Yet she holds no ill will toward her rival. Other Americans aren’t as forgiving.

“Apps is not afraid to muck it up and get in your face and try and intimidate,” said retired U.S. defenseman Angela Ruggiero, now an International Olympic Committee member. “When you get a ref that doesn’t take control of the game, Apps will take control of the game.”

Teammates and opponents agree Apps is quiet on the ice. She never gets the last word.

She’s admired off of it, too, one of the most charitable players on the Canadian national team. Her dad said she’s worked junior hockey camps in the northernmost territory of Nunavut, where average January temperatures are 30 below zero. (Thankfully, these are summer camps).

“I lost my dad [to cancer] in 2007,” Canadian teammate Jayna Hefford said. “I remember getting a card from her, a physical card, which in these days you don’t always get.”

Apps’ gentlemanly grandfather passed away when she was 15, three years after she took up the sport. She was always bigger than the other girls, always adapting to her size and trying to keep from the penalty box. They rarely talked hockey when together. School came first, and she was more or less a straight-A star.

“I think he would enjoy watching her play [today],” Syl Apps Jr. said. “I’ve never seen Gillian maliciously go after somebody.”

Team Russia unveils Sochi Olympic uniforms

Primoz Roglic wins Giro d’Italia over Geraint Thomas

106th Giro d'Italia 2023 - Stage 20
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Primoz Roglic expanded his Grand Tour portfolio by winning the Giro d’Italia on Sunday to add to his three Spanish Vuelta titles.

The former ski jumper became the first Slovenian rider to win the Giro and he did it in dramatic fashion, claiming the lead in the penultimate stage — taking the pink jersey from Geraint Thomas in Saturday’s mountain time trial.

It was the direct opposite of what happened in the 2020 Tour de France, when fellow Slovenian Tadej Pogacar took the lead from Roglic in another penultimate-day mountain time trial.

Riding a pink bike and wearing a pink helmet and pink socks, Roglic took it easy during the mostly ceremonious final stage, a 135-kilometer (84-mile) leg through the cobblestoned streets of Rome that concluded next to the Roman Forum.

Mark Cavendish, who recently announced that he will retire at the end of this season, won the 21st and final stage in a sprint finish.

Roglic, who rides for the Jumbo-Visma team, finished 14 seconds ahead of Thomas and 1 minute, 15 seconds ahead of Joao Almeida in the overall standings.

It’s the smallest finishing gap between the top riders in the Giro since Eddy Merckx won by 12 seconds ahead of Gianbattista Baronchelli in 1974.

Roglic’s time trial victory on Monte Lussari was his only stage win of the race. He was injured after crashing on a wet and slippery descent in Stage 11, one of several falls he had during the three-week race.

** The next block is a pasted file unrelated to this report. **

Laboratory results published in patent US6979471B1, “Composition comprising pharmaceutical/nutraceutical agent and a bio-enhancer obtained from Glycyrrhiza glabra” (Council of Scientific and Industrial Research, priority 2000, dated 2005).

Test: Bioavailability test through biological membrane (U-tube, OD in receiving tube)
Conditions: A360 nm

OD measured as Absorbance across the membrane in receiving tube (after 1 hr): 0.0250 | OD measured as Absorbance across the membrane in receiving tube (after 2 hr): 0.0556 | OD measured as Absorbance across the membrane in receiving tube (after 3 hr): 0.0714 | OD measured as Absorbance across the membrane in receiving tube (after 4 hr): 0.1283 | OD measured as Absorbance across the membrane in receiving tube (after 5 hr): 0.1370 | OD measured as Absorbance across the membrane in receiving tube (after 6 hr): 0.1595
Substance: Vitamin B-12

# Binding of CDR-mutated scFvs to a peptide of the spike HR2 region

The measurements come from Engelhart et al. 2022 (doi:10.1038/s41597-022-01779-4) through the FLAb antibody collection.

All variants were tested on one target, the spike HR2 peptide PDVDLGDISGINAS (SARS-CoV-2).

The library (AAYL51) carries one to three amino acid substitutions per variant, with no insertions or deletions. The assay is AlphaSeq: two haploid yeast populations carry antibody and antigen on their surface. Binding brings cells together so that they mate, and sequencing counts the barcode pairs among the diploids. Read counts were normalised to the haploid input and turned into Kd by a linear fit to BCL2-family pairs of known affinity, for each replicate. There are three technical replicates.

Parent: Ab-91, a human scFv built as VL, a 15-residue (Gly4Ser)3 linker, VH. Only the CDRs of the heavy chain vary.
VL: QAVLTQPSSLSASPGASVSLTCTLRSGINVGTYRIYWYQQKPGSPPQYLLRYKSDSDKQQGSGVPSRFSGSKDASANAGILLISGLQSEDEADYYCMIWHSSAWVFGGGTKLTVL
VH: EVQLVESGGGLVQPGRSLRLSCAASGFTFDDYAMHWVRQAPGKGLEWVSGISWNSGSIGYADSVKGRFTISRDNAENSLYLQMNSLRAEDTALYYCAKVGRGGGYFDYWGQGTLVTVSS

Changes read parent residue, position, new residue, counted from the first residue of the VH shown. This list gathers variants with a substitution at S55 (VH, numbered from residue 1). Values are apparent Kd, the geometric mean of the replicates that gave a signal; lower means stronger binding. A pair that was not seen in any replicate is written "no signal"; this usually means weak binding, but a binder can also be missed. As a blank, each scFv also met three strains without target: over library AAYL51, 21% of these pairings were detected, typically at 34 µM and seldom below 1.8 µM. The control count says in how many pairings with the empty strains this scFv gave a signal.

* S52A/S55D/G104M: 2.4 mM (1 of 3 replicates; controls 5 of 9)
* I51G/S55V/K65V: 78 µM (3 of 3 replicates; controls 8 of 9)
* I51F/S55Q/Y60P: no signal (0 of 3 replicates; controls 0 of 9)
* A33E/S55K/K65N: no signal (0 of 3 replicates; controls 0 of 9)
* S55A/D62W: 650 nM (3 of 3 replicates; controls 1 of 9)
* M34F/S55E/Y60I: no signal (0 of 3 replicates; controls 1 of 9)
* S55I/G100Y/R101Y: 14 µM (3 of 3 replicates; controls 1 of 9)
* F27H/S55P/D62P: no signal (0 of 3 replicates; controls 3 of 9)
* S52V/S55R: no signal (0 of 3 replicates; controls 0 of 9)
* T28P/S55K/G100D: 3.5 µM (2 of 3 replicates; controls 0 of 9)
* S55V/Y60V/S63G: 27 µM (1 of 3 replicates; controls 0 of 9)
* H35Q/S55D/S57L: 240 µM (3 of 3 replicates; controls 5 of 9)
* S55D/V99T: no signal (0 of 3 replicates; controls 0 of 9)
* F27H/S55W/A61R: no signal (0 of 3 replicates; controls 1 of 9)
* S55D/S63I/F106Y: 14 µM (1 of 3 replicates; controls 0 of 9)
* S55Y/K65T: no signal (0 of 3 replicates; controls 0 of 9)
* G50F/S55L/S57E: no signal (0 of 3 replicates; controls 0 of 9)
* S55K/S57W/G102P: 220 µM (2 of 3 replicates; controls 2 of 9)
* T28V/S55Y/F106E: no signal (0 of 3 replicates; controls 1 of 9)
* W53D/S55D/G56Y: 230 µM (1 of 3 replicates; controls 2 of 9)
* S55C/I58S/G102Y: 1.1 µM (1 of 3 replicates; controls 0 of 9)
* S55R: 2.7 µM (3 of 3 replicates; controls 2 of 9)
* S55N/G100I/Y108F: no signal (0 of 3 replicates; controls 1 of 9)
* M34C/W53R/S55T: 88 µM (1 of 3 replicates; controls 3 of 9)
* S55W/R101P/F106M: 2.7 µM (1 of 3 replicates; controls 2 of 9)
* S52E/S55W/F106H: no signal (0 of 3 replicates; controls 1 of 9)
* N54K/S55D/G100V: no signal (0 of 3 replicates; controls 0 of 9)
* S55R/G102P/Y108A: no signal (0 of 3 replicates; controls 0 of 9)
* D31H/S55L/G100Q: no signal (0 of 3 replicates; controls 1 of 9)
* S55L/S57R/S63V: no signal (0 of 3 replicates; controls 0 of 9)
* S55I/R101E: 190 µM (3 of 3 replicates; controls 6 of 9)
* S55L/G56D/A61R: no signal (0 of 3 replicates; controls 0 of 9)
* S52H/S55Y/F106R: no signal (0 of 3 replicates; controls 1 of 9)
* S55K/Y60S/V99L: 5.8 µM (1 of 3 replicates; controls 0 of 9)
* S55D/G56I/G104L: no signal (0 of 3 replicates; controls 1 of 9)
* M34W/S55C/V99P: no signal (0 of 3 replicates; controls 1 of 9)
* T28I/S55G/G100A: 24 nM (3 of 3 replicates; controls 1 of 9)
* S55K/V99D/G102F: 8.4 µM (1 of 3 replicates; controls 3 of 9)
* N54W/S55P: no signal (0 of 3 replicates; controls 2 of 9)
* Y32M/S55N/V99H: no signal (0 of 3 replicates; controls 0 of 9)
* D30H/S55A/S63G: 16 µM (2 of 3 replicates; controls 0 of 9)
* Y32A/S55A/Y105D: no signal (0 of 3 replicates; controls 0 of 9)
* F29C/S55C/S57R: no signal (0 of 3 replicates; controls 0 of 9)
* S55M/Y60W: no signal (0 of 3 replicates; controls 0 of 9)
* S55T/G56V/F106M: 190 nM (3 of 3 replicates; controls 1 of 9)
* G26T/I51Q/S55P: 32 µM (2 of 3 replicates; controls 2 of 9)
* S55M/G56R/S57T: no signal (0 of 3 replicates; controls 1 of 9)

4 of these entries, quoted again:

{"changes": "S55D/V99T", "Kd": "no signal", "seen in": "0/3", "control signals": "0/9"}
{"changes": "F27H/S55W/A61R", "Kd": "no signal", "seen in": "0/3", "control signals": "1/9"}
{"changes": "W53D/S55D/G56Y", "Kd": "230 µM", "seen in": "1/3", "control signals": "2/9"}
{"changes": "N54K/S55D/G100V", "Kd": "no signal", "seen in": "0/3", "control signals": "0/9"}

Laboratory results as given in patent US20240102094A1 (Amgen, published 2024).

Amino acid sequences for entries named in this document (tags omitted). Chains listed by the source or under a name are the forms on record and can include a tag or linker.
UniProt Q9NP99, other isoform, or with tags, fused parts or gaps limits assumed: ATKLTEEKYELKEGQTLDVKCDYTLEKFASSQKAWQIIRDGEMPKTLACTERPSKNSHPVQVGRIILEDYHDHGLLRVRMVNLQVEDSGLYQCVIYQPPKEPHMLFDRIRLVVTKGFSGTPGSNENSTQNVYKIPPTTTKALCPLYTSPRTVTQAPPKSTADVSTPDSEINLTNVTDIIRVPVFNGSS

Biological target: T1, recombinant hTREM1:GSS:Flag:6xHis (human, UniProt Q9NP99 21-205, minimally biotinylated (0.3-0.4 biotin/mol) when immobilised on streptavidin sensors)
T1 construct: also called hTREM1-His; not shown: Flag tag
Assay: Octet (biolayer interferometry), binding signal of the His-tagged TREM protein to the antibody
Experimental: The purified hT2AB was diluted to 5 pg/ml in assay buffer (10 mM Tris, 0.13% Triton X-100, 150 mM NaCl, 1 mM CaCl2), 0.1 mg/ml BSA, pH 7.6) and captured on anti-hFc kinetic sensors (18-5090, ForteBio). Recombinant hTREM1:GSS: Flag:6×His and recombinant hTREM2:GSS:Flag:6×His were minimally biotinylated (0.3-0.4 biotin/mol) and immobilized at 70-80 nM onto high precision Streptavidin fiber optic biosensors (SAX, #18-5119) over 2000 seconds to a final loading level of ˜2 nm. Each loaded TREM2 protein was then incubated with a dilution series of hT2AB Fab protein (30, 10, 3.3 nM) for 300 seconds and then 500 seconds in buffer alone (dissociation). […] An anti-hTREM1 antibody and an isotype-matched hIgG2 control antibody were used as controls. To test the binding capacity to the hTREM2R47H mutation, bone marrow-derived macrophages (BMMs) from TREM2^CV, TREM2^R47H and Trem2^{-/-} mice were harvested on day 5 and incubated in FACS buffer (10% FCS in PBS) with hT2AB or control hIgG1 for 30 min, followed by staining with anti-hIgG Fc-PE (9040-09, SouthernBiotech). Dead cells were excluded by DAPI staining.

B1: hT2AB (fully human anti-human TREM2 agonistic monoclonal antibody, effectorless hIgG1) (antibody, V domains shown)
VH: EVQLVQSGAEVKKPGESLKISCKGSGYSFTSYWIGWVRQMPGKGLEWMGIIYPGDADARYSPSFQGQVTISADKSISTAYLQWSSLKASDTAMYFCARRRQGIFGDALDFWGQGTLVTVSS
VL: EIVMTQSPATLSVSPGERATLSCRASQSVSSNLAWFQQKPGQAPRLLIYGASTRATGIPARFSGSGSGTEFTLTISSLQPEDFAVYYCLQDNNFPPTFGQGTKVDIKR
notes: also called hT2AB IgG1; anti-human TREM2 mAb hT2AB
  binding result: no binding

It was Cavendish’s 17th career stage win in the Giro, to go with his 34 victories at the Tour de France and three at the Vuelta. The British rider started his sprint early enough that he was ahead of a crash in the final straight involving several competitors.

Roglic has now won all three races he’s entered this year after also finishing first in the Tirreno-Adriatico and the Volta a Catalunya — both week-long races.

Roglic, who excels at climbing, descending and time trialing — won three consecutive Vueltas in 2019, 2020 and 2021.

Before he became a professional cyclist, the 33-year-old Roglic was a competitive ski jumper. He won a gold medal in the team jumping event for Slovenia at the 2007 junior Nordic ski world championships. He stopped jumping in 2012 and took up cycling.

The final stage concluded with six loops of a 13.6-kilometer (8.5-mile) circuit in the center of Rome, taking the peloton past the Baths of Caracalla, the Colosseum, the Vatican and the Circus Maximus.

The 24-year-old Almeida won the white jersey as the race’s top under-25 rider. Thibaut Pinot won the mountains classification and Jonathan Milan won the points classification.

The Tour de France starts July 1, airing on NBC Sports and Peacock.

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French Open: Ukraine’s Marta Kostyuk says crowd ‘should be embarrassed’ for booing her

Marta Kostyuk, Aryna Sabalenka
Aryna Sabalenka of Belarus (left) and Marta Kostyuk of Ukraine before their French Open first round match./Getty

Unable to sleep the night before her first-round match at the French Open against Aryna Sabalenka of Belarus, the Grand Slam tournament’s No. 2 seed, Marta Kostyuk of Ukraine checked her phone at 5 a.m. Sunday and saw disturbing news back home in Kyiv.

At least one person was killed when the capital of Kostyuk’s country was subjected to the largest drone attack by Russia since the start of its war, launched with an invasion assisted by Belarus in February 2022.

“It’s something I cannot describe, probably. I try to put my emotions aside any time I go out on court. I think I’m better than before, and I don’t think it affects me as much on a daily basis, but yeah, it’s just — I don’t know,” Kostyuk said, shaking her head. “There is not much to say, really. It’s just part of my life.”